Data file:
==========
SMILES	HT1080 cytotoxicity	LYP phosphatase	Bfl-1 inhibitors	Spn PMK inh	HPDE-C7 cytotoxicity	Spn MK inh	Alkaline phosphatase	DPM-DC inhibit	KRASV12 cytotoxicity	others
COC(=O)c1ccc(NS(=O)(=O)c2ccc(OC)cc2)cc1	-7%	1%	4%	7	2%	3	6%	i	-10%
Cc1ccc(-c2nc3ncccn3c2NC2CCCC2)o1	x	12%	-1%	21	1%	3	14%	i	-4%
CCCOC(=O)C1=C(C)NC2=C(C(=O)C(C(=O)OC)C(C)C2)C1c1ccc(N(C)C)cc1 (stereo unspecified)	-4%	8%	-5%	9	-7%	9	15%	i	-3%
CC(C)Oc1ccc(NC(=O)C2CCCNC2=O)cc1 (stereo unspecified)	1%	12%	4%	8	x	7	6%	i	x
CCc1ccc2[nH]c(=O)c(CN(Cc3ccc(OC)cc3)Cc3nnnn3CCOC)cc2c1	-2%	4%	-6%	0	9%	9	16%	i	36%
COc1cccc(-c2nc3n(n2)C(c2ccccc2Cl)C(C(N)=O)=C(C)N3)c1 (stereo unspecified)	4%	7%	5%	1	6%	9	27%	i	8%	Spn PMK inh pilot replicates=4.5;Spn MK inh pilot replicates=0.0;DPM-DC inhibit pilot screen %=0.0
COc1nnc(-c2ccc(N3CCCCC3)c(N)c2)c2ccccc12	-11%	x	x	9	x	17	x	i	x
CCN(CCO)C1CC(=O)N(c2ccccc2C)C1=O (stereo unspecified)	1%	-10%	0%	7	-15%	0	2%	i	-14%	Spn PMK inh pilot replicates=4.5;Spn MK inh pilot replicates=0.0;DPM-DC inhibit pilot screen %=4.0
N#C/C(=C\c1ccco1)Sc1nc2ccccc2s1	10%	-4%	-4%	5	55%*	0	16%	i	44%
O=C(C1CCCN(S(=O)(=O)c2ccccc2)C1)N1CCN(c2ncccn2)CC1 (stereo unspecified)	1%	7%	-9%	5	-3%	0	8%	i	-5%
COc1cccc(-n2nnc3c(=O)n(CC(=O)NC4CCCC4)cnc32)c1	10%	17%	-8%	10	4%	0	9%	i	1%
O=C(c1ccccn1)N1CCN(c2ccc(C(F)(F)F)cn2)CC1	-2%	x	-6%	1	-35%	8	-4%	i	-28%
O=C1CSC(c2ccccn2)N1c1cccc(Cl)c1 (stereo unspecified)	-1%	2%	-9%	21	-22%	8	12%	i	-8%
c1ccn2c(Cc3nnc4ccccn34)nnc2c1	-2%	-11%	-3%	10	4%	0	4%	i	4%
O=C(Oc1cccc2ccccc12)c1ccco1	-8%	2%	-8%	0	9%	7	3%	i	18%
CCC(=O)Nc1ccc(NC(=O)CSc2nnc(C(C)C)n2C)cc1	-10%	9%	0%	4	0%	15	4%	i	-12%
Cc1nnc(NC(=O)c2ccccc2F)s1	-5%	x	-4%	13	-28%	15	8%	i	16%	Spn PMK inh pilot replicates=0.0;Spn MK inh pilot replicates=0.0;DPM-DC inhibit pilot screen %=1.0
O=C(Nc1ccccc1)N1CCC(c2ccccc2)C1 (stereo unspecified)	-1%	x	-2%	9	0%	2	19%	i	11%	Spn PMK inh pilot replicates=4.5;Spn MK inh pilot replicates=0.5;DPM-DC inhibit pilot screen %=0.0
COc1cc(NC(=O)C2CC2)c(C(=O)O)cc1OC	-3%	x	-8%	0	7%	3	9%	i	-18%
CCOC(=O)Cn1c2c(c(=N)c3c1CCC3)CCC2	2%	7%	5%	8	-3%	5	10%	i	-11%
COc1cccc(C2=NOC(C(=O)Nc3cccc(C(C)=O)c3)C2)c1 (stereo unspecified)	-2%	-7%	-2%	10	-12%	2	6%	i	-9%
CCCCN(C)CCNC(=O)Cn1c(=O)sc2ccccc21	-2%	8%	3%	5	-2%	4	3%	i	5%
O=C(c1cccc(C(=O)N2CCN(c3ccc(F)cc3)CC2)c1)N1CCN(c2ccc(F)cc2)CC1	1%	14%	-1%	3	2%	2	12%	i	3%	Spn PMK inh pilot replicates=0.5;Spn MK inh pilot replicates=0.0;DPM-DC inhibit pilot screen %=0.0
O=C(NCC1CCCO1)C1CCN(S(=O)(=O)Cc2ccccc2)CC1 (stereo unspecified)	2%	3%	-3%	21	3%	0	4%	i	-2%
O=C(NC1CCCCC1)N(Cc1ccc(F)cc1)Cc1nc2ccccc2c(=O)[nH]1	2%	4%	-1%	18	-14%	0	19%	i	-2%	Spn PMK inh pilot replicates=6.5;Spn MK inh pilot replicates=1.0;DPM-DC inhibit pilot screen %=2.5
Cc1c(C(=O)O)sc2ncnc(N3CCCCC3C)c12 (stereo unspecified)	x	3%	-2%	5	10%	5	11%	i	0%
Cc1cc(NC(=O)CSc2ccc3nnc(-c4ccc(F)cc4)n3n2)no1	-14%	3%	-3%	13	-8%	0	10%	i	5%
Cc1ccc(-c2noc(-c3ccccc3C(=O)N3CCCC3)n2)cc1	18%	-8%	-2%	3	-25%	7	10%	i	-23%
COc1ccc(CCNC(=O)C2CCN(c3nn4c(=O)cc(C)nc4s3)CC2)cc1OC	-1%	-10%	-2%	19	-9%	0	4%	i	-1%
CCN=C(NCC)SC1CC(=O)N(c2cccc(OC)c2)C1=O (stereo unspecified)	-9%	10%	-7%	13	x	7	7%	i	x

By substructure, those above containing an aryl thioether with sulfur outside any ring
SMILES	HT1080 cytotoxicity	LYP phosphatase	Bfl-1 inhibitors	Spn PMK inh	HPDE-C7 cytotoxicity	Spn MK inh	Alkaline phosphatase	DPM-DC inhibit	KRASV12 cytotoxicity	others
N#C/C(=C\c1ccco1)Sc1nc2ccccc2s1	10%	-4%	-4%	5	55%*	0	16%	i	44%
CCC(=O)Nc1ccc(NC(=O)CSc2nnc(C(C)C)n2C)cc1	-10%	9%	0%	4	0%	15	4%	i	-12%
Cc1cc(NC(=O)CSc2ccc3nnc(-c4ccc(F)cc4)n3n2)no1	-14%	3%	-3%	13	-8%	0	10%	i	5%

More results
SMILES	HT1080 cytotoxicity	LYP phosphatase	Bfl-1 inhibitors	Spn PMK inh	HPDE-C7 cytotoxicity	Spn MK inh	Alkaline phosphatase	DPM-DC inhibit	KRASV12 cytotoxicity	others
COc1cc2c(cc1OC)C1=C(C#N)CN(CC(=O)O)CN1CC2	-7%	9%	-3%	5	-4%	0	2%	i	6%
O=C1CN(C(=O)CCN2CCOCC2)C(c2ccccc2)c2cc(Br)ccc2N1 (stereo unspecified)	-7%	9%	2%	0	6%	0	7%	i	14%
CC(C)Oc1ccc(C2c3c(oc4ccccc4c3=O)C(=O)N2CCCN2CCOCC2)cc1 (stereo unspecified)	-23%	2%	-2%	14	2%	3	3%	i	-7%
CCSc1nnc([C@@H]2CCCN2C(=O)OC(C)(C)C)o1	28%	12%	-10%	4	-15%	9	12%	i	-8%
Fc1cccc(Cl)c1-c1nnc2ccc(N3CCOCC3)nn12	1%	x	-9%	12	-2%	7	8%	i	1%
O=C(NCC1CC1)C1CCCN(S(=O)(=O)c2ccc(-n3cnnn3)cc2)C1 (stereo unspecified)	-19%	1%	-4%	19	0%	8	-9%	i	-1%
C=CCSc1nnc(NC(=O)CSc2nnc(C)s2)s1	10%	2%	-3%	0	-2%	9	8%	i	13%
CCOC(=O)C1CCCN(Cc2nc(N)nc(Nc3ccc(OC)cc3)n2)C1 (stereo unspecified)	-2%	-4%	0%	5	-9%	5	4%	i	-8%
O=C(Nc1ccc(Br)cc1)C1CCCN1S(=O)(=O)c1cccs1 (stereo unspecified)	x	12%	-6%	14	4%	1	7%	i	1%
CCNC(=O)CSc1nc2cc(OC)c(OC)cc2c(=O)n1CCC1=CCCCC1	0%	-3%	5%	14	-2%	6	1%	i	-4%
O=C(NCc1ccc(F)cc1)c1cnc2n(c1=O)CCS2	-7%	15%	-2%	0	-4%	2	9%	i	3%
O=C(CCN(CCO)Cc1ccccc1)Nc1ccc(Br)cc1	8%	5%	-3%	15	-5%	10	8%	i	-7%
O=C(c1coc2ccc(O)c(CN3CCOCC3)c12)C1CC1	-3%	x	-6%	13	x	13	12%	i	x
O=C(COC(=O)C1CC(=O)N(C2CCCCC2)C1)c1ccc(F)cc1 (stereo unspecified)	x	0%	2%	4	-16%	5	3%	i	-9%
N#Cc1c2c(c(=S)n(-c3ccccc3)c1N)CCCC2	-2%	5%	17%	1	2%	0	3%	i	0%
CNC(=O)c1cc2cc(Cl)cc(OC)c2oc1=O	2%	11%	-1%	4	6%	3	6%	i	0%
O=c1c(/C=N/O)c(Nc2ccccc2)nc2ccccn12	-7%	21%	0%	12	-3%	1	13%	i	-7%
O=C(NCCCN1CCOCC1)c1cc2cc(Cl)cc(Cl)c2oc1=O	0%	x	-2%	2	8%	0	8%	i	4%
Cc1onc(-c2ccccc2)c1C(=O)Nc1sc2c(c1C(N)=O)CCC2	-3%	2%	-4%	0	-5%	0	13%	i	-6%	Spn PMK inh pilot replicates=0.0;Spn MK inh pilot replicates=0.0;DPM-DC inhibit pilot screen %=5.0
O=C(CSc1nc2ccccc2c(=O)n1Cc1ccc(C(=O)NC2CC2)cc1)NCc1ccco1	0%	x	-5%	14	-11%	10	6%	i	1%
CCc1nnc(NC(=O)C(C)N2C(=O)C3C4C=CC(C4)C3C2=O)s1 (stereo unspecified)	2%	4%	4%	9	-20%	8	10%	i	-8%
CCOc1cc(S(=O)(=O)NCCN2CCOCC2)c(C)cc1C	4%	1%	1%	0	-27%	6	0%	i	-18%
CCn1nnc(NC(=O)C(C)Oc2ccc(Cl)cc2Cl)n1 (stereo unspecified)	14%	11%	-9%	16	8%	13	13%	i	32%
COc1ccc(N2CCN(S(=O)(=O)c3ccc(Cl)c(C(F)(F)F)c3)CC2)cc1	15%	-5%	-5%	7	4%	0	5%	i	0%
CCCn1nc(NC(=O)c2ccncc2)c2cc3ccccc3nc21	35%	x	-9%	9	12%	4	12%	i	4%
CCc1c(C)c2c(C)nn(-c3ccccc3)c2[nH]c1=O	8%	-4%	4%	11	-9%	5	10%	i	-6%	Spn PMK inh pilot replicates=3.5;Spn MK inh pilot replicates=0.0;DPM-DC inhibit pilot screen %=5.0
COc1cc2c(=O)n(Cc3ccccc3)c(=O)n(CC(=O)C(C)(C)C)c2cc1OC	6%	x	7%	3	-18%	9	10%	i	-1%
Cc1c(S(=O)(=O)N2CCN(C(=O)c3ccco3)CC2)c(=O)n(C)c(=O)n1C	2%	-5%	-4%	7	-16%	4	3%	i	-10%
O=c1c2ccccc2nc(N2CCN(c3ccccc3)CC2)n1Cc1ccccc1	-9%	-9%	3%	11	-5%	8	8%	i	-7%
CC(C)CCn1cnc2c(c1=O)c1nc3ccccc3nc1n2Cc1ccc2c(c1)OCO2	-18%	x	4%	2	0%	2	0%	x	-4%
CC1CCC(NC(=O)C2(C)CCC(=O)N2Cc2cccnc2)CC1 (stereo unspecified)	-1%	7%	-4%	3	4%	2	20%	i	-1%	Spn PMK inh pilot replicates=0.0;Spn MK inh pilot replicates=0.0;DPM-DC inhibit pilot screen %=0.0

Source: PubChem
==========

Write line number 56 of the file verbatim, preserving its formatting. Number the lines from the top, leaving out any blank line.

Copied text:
O=C(NCCCN1CCOCC1)c1cc2cc(Cl)cc(Cl)c2oc1=O	0%	x	-2%	2	8%	0	8%	i	4%